Stock prices for the nation’s top LCD panel makers tumbled by as much as 5 percent yesterday after they were fined hundreds of millions of euros by the EU competition watchdog over a price-fixing scheme.
After receiving the biggest price-fixing fine among the six LCD companies involved in the probe, Chimei Innolux Corp (奇美電子) saw its shares plunge 5.32 percent to close at NT$38.3 yesterday, while the benchmark TAIEX rose 0.58 percent.
Based on the EU Commission’s ruling on Wednesday, Chimei Innolux has to pay a fine of 300 million euros (US$396.5 million), which the Miaoli-based company said was more than it had expected.
PHOTO: PATRICK LIN, AFP
Shares in AU Optronics Corp (AUO, 友達光電) and Chunghwa Pictures Tubes Ltd (中華映管), which were fined 116.8 million euros and 9 million euros respectively, plunged 2.44 percent and 0.23 percent to NT$30.05 and NT$4.25, with investors concerned the fines would add to the already bleak fourth-quarter and first-quarter outlook.
Shares in HannStar Display (瀚宇彩晶), however, jumped 3.19 percent to NT$5.82. HannStar received the smallest fine, at 8.1 million euros.
AUO said it would appeal the ruling, while Chimei Innolux, Chunghwa Pictures and HannStar Display Corp said they would not make any decision before receiving formal notification.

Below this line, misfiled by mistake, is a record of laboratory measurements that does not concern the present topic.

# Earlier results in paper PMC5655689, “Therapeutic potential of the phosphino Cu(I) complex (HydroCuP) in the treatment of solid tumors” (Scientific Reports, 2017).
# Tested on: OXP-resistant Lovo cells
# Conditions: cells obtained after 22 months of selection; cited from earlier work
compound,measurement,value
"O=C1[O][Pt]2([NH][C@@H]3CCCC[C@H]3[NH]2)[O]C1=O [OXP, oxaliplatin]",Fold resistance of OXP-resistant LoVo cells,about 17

Prior to the EU penalties, HSBC Securities had expected Chimei Innolux and AUO to post losses of NT$11.73 billion (US$389.8 million) and NT$8.2 billion respectively this quarter, according to a report released on Oct. 27.
The four Taiwanese LCD panel makers and South Korea’s LG -Display Co were slapped with a total of 649 million euros in fines.
UBS Securities said yesterday the one-off price-fixing fines would not have a significant impact on the fundamentals of the LCD industry.
UBS said it would retain its overweight rating on the industry next year because the flat-panel sector was on track for an upcyle.
Separately, Chimei Innolux yesterday said revenues grew 10.5 percent to NT$45 billion last month, from NT$40.7 billion in October, joining its local peers in posting higher monthly revenues.
Last month, Chimei Innolux shipped more than 23 percent more TV and PC panels than the prior month, increasing to 11.9 million units from 9.7 million units, a company statement released yesterday said.
Meanwhile, Minister of Economic Affairs Shih Yen-shiang (施顏祥) said the government will provide any assistance necessary if the fined companies ask for help.
Shih said, however, that the government should have confidence in the companies’ ability to deal with international lawsuits, as all of them have multinational operations and their own legal teams.
Sun Li-chun (孫立群), a commissioner with the Cabinet-level Fair Trade Commission, said the agency is willing to extend a helping hand if the government is allowed to intervene.
Sun said that based on past experience, the amounts of the fines are negotiable if the companies involved appeal and explain their situations.
Council for Economic Planning and Development Minister Christina Liu (劉憶如) attributed the EU move — a repetition of a similar antitrust case in the US — in part to the economic downturn in Europe and the US.